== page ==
Sex, Romance, and Tradition in the Love Sonnet
How the baggage of the sonnet's structure may be exactly the point .
I have been known to say (and to write, in A Poet’s Craft and Villanelles and maybe elsewhere) that the villanelle is the most erotic poetic structure I know. And yet, when Politics & Prose Bookstore invited me to teach a special online class the day before Valentine’s Day, I was immediately inspired to teach a class on great love sonnets.
Why is this? What is so romantic about the love sonnet that it beats out even the villanelle as my romantic poetic structure of choice? Isn’t that a rather expected choice for a poet who adores the exploration of formal diversity? Is it just a matter of being conventional?
Well, yes, in a way. Because love—perhaps especially romantic love, on which so much of the power structures of the world we experience depends—is in many ways a conventionalized emotion—conventionalized in the sense of “coming together.” Our experience of loving—like our experience of poetry—no matter how unique to ourselves, how natural and spontaneous, it may feel— is always, to some extent, a group effort: a creation of, and a gift from, the group of people we are part of. We need culture to be human; we derive our ideas of self, society, relationships, emotions, and so much more from the societies in which we are born, grow, and live. Why should love be any different?
And the sonnet, as Paul Oppenheimer reminds us in his important book The Birth of the Modern Mind: Self, Consciousness, and the Invention of the Sonnet, is adept at shaping the human sense of self. In fact, the sonnet developed, if we are to believe Oppenheimer, in part out of that exact need: to shape our premodern, intuitive, tribal selves into the more complex, separately self-aware individuals required to involve themselves with capitalist modernity. Ambivalent as our relationship with modernity may be, it is the water we swim in—particularly as humans involved in the paired love relationships we tend to find most “romantic.” The sonnet understands that.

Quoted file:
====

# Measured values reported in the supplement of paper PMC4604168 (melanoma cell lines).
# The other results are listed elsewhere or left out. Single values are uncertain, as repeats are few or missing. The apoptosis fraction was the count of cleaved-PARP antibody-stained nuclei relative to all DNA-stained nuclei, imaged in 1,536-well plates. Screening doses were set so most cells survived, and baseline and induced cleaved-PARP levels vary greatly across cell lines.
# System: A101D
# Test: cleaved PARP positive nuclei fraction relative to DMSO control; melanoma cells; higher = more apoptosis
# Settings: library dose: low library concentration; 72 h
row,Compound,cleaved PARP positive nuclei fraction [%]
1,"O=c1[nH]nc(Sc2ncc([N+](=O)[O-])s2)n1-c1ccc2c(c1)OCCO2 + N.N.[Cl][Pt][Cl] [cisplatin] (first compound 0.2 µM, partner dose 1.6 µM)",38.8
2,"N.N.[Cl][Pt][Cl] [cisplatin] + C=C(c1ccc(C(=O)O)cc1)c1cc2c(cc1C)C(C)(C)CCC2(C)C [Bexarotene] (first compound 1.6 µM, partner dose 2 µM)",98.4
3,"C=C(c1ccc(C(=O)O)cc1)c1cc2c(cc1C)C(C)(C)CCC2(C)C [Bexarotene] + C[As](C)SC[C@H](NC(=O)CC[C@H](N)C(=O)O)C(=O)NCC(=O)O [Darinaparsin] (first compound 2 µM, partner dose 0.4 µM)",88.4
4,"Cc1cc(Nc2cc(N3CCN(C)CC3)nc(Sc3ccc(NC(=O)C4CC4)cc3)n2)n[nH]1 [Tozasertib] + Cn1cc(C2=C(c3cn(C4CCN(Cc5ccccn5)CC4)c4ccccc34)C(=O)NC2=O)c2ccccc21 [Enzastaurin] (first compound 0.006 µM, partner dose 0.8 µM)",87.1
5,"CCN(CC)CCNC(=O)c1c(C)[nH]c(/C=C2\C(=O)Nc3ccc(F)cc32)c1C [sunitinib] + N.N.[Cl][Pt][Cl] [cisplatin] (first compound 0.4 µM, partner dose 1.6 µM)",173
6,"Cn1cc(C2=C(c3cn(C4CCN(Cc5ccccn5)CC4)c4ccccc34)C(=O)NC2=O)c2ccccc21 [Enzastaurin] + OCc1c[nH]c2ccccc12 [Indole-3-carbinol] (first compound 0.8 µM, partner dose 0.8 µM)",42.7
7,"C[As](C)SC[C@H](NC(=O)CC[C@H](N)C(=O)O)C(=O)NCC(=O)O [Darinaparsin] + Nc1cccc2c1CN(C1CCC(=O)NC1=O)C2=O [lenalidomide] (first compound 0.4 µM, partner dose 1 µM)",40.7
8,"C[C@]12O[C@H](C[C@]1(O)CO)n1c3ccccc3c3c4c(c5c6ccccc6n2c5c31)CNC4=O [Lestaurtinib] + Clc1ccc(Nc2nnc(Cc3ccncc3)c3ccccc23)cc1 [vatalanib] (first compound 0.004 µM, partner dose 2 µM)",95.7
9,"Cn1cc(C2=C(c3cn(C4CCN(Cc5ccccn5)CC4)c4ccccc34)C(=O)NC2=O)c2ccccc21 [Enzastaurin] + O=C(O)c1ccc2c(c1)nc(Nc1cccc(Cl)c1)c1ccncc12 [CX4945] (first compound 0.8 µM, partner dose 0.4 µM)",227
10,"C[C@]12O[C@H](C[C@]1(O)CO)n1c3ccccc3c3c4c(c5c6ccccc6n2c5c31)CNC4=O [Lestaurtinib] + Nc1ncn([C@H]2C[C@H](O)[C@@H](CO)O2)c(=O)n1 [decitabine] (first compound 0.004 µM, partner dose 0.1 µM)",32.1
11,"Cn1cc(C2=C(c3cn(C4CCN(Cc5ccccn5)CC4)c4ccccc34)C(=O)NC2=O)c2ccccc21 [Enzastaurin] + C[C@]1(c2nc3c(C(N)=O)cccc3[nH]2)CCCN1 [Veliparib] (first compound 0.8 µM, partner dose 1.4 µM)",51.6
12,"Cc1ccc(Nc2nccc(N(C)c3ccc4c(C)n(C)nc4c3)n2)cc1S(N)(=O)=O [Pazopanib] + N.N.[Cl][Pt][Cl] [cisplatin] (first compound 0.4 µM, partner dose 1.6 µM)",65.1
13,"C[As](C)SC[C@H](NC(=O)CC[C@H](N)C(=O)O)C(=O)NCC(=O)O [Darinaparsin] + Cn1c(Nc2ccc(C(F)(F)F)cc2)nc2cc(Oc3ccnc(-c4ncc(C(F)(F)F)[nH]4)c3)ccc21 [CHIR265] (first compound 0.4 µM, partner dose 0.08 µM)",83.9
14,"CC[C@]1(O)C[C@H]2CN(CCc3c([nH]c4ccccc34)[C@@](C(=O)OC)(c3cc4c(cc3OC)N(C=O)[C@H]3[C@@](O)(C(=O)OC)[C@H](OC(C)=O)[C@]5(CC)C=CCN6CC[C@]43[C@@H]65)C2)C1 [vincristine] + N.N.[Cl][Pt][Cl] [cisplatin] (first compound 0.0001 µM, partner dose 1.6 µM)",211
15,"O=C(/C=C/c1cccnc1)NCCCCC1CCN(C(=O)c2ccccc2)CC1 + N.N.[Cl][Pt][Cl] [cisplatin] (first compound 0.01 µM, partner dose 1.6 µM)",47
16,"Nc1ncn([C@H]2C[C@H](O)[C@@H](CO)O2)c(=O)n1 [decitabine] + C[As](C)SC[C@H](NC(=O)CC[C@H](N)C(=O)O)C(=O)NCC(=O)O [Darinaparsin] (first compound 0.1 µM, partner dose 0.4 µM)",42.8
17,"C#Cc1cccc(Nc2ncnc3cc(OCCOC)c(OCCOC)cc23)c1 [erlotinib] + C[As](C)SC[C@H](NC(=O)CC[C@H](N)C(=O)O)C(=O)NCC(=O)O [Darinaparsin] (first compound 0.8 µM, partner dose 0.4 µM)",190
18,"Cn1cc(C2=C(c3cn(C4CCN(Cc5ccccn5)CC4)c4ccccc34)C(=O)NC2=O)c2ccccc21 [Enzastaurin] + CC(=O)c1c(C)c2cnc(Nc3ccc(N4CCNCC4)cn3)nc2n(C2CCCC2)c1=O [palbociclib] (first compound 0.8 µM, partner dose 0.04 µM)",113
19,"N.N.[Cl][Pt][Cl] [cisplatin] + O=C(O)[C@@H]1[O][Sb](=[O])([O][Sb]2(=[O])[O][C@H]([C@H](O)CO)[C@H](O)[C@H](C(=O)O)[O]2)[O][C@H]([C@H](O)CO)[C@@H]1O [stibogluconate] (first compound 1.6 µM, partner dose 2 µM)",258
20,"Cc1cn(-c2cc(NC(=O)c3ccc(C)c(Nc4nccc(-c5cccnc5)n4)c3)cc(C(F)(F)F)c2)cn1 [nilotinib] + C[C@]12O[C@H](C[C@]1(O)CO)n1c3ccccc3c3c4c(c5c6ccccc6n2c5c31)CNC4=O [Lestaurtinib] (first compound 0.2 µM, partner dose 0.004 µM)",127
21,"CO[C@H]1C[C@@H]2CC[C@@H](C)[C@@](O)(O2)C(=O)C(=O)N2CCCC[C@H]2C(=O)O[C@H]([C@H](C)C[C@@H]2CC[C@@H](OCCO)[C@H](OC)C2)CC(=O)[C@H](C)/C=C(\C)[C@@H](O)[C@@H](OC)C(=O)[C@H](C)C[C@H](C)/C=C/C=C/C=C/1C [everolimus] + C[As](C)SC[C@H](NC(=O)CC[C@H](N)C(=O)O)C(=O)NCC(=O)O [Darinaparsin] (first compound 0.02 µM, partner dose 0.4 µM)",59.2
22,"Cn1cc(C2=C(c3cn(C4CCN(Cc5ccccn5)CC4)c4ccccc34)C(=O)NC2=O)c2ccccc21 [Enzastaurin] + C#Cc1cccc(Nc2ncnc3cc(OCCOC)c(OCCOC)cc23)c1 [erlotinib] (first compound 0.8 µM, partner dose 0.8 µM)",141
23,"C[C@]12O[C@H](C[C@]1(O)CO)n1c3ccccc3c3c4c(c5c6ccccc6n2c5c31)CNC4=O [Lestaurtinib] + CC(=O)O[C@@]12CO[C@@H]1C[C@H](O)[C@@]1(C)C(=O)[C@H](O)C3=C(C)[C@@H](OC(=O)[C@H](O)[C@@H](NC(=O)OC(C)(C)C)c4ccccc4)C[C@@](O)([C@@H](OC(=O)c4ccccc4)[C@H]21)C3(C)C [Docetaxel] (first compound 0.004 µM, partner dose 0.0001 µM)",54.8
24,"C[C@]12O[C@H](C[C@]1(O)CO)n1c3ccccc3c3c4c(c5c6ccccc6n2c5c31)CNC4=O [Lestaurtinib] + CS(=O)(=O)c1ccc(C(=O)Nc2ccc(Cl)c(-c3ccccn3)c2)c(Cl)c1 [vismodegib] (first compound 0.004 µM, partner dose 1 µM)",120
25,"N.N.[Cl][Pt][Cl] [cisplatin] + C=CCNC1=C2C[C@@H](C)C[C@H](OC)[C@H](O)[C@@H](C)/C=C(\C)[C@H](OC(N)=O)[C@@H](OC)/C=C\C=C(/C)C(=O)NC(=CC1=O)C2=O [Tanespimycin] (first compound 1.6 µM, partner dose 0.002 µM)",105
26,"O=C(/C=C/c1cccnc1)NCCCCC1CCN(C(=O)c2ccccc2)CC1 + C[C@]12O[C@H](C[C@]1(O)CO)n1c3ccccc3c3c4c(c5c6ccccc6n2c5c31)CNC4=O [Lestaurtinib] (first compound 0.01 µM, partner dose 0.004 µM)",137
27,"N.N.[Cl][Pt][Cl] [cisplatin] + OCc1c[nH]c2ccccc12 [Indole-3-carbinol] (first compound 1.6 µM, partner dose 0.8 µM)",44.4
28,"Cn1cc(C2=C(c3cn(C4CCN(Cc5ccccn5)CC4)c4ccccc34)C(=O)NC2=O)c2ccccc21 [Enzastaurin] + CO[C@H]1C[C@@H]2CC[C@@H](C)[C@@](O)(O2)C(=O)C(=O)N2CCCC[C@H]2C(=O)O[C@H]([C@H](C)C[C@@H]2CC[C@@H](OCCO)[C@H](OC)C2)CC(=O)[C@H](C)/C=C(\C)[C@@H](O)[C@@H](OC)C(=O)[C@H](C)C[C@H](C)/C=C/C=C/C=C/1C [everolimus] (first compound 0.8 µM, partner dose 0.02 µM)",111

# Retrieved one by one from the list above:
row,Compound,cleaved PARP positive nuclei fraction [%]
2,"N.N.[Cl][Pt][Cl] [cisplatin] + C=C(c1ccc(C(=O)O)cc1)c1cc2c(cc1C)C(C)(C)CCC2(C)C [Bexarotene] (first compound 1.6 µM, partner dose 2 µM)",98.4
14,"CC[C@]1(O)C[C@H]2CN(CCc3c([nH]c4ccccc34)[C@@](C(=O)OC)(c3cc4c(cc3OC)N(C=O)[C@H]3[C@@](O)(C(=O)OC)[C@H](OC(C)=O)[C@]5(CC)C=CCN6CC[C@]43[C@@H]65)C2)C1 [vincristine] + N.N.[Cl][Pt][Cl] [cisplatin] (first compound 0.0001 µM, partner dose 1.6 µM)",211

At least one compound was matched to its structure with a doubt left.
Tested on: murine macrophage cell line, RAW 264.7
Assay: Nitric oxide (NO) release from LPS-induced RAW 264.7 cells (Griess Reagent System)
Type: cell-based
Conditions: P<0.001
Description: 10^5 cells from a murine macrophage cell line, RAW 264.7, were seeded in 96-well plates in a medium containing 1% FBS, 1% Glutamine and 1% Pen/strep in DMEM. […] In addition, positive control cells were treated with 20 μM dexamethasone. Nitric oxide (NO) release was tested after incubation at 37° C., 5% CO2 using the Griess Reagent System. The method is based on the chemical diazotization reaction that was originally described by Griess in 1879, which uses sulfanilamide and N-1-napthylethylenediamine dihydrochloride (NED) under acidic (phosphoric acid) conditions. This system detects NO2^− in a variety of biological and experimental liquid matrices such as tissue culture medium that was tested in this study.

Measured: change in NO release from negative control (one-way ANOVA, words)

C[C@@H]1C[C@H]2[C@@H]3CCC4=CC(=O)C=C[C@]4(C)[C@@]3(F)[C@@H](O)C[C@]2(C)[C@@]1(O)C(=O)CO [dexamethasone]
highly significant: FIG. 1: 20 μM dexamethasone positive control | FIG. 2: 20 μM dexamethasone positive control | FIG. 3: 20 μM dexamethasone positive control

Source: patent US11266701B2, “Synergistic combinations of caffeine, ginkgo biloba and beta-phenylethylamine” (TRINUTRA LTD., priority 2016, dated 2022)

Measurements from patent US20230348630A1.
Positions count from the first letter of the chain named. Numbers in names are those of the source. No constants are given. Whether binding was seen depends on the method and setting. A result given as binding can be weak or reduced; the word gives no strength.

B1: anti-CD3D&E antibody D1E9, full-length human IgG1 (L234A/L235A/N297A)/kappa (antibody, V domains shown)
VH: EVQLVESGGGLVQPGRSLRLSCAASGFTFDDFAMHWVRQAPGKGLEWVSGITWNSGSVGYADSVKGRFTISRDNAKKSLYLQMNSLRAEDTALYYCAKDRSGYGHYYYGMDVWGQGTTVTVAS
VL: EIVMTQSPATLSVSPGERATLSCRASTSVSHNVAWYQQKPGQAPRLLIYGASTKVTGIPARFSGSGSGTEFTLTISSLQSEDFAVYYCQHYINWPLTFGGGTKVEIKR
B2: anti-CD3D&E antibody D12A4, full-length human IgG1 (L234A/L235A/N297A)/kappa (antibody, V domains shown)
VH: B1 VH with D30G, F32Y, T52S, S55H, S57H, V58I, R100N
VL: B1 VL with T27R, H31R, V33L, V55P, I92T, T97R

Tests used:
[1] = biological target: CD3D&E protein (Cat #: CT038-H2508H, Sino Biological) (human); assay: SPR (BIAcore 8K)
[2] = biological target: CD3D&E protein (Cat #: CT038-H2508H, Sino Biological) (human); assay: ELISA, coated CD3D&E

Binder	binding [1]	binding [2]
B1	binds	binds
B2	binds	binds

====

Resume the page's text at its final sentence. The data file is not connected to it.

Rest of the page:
Yet great love sonnets use the power of form to change up our insulated, isolated sense of love, to disturb it into something more universal that challenges simplistic and possessive urges. They dive deep into the form that has carried “romantic love” for so long—and not only in the hearts of privileged heterosexual or bisexual white cis men such as Shakespeare and Spenser, or, more recently, privileged heterosexual or bisexual white cis women such as Barrett Browning and Millay, but more recently still, in the hearts of gay poets, poets of color, and trans poets: Marilyn Hacker, Gwendolyn Brooks, Rafael Campo, Richelle Slota—and they come up gasping, look around anew, find our eyes and hold them. Fast.
Here’s one of the love sonnets I want to discuss during the class. It’s one of the first love sonnets I ever knew. My mother used to recite it—or her favorite parts of it— aloud during the elaborate pubescent initiation into the mysteries of heterosexual love that I received from the four older females in my family:
Not in a silver casket cool with pearls
Or rich with red corundum or with blue,
Locked, and the key withheld, as other girls
Have given their loves, I give my love to you;
Not in a lovers'-knot, not in a ring
Worked in such fashion, and the legend plain–
Semper fidelis, where a secret spring
Kennels a drop of mischief for the brain:
Love in the open hand, no thing but that,
Ungemmed, unhidden, wishing not to hurt,
As one should bring you cowslips in a hat
Swung from the hand, or apples in her skirt,
I bring you, calling out as children do:
"Look what I have!–And these are all for you."
The sonnet form resembles a human hand to start with—roughly the same proportions, even a similar size in most contexts— which already endows it for me with a startling kind of intimacy. But Millay takes it a step further. Reading the poem now, I see how closely the way this sonnet inhabits its form does enact the opening of a hand.
Most of Millay’s sonnets are in the Italian form, like Petrarch’s, with a rhyme scheme of abbaabbacdecde. But this one is in the English form, like Shakespeare’s: ababcdcdefefgg—a form that enables Millay to unspool the form towards openness as adeptly as a fully impassioned
Keep reading with a 7-day free trial